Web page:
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The Medical Entomology Laboratory, a component of the Urban Science and Ecology (USE) Program in the Deparment of Natural Sciences, provides an opportunity for undergraduate students to conduct research on arthropods of medical and veterinary importance.
Jeffrey W. Flosi Ph.D., BCE
Associate Professor of Biology and Microbiology
The Medical Entomology Laboratory is currently involved in research in the following fields:
One of the most active research groups in the laboratory is the Mosquito Biology Project. Texas encompasses a wide range of environmental conditions from sea level to mountainous terrain and, within this diverse area, 80 species of mosquitoes abound with several species incriminated as disease vectors. Ongoing studies on the biology and ecology of many of these mosquitoes are yielding fundamental knowledge of the behavior, breeding preferences, flight range, survival rates, and other basic mosquito characteristics.
The major endeavor of the research conducted by students in the Mosquito Biology Project has been the characterization of mosquito species involved in the transmission of pathogens of medical importance in Texas. Research has concentrated on what we have termed vector competence. Vector competence is the efficiency of a mosquito species or subpopulation of a species in acquiring and transmitting a pathogen.
Culex quinguefasciatus, the southern house mosquito, is of major epidemiological importance in the transmission of arbovirus encephalitis. St. Louis Encephalitis (SLE) has occurred in Houston more frequently than in any other geographical area of Texas. Mosquitoes are collected on a regular basis to quantify the dynamics of mosquito vector populations and virus inflection rates. The objectives for the near future are to study the dynamics of adult dispersal, larval development, and oviposition of Culex quinquefasciatus and other SLE mosquito vectors under field conditions. The significance of elucidating these phenomena is that they should provide an accurate target for effecting vector control. Field investigations are enhanced through voluntary cooperation and collaboration between UHD scientists, Texas mosquito control agencies, and the Texas Department of Health.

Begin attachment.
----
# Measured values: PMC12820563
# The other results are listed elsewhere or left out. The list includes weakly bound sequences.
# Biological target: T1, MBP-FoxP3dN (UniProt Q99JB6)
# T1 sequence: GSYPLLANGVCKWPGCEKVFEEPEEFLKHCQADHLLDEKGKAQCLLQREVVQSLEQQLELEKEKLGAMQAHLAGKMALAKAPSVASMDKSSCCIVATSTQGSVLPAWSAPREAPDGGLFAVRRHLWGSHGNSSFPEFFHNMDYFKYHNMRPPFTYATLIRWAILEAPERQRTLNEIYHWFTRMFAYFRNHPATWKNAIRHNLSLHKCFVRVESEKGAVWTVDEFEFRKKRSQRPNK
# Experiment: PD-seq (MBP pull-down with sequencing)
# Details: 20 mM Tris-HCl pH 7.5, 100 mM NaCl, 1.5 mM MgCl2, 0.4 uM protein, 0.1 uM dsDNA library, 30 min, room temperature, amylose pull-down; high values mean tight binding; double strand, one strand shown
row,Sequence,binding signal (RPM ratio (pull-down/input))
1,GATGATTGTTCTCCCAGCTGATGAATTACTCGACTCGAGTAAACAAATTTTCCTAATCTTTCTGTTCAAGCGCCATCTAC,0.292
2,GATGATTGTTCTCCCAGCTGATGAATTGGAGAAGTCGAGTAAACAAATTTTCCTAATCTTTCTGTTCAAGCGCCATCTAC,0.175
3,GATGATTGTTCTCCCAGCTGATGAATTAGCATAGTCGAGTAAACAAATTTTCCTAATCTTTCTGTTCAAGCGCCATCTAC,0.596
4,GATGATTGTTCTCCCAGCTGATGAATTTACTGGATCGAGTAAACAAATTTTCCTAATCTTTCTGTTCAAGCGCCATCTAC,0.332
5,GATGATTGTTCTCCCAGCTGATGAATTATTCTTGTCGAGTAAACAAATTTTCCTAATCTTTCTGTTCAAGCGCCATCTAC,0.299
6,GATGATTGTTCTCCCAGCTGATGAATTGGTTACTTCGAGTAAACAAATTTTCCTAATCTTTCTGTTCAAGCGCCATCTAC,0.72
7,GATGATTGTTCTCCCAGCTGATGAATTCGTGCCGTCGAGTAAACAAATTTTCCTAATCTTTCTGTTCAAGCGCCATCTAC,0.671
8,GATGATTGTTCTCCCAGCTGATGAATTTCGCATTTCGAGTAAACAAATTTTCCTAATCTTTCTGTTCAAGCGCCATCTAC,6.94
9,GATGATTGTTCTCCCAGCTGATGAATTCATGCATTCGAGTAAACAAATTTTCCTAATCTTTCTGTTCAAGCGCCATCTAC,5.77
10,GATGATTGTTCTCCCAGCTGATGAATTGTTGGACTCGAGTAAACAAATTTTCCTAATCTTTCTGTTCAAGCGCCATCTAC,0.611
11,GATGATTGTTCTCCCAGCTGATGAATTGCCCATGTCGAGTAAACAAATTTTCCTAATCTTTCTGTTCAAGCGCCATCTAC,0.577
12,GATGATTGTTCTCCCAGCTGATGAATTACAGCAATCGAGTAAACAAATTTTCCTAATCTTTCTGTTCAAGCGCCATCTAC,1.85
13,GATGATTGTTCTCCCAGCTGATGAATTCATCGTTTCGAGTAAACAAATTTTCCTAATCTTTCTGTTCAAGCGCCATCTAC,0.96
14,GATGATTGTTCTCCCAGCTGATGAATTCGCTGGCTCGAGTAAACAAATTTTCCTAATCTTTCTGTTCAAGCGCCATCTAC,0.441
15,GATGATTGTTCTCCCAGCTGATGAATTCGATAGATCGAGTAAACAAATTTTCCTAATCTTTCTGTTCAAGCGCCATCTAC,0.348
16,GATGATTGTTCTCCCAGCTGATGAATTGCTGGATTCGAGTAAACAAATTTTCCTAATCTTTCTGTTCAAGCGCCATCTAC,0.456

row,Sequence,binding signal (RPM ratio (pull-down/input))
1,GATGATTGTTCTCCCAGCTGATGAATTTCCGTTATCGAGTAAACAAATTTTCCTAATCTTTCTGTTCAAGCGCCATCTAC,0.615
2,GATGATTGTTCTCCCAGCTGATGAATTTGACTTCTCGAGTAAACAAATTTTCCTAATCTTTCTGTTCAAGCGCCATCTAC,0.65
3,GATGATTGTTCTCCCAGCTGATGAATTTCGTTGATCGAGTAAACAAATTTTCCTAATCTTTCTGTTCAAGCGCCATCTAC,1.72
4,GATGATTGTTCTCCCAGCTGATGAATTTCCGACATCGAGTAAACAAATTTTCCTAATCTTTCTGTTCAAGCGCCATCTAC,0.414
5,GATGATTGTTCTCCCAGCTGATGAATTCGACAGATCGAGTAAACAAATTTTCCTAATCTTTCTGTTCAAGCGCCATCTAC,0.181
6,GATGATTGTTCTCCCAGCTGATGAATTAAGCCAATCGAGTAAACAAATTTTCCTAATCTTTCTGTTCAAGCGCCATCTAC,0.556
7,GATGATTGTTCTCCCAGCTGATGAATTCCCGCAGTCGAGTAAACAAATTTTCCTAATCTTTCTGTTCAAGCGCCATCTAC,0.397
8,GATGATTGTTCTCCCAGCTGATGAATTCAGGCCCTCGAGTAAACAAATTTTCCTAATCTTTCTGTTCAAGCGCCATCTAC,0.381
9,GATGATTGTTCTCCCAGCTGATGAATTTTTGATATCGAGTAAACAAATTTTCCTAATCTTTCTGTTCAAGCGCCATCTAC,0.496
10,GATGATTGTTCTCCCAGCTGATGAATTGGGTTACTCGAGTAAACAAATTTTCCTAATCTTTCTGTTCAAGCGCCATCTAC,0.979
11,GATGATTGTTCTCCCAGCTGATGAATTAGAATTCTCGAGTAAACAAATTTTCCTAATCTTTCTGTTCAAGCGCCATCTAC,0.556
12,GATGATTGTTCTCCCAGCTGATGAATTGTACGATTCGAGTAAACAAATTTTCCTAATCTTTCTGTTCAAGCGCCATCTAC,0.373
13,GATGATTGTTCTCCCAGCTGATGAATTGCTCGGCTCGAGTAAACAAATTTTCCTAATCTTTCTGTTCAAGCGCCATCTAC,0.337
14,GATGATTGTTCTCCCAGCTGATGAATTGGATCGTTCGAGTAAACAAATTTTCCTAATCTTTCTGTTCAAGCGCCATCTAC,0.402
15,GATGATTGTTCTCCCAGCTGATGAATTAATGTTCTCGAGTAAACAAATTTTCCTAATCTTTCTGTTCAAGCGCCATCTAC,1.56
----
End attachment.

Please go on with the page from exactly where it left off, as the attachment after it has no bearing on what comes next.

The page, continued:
The Mosquito Biology Project is also investigating the vector competence of mosquitoes involved in the transmission of dog heartworm, Dirofilaria immitis. The relationship between D. immitis and its mosquito vectors is complex. Two species of mosquitoes of particular interest are Aedes aegypti and Ae. albopictus. Aedes aegypti, the yellow fever mosquito, is widely but sporadically distributed throughout Texas. It is a highly domesticated mosquito that can complete its entire life cycle within the confines of a single human dwelling. Since its introdution into the United States in the mid-1980s, Ae. albopictus, the Asian tiger mosquito, has become a major pest species in the urban areas of Texas. We are studying the biology, natural history, and behavior of these mosquito species, especially as these factors relate to their ability to transmit heartworms to dogs and cats in Texas.
Students in the Mosquito Biology Project also conduct research to determine the effectiveness of commercial formulations of the microbial insecticide, Bacillus thuringiensis israelensis, against larvae of selected mosquito species. Assay procedures generally have followed standard practices, with tests conducted against field-collected mosquito larvae in the laboratory and natural populations of mosquito larvae in the field. Field evaluations are performed in several different mosquito habitats, including roadside ditches, pastures, standing ponds, catch basins, and salt marshes.
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Last updated or reviewed on 10/28/10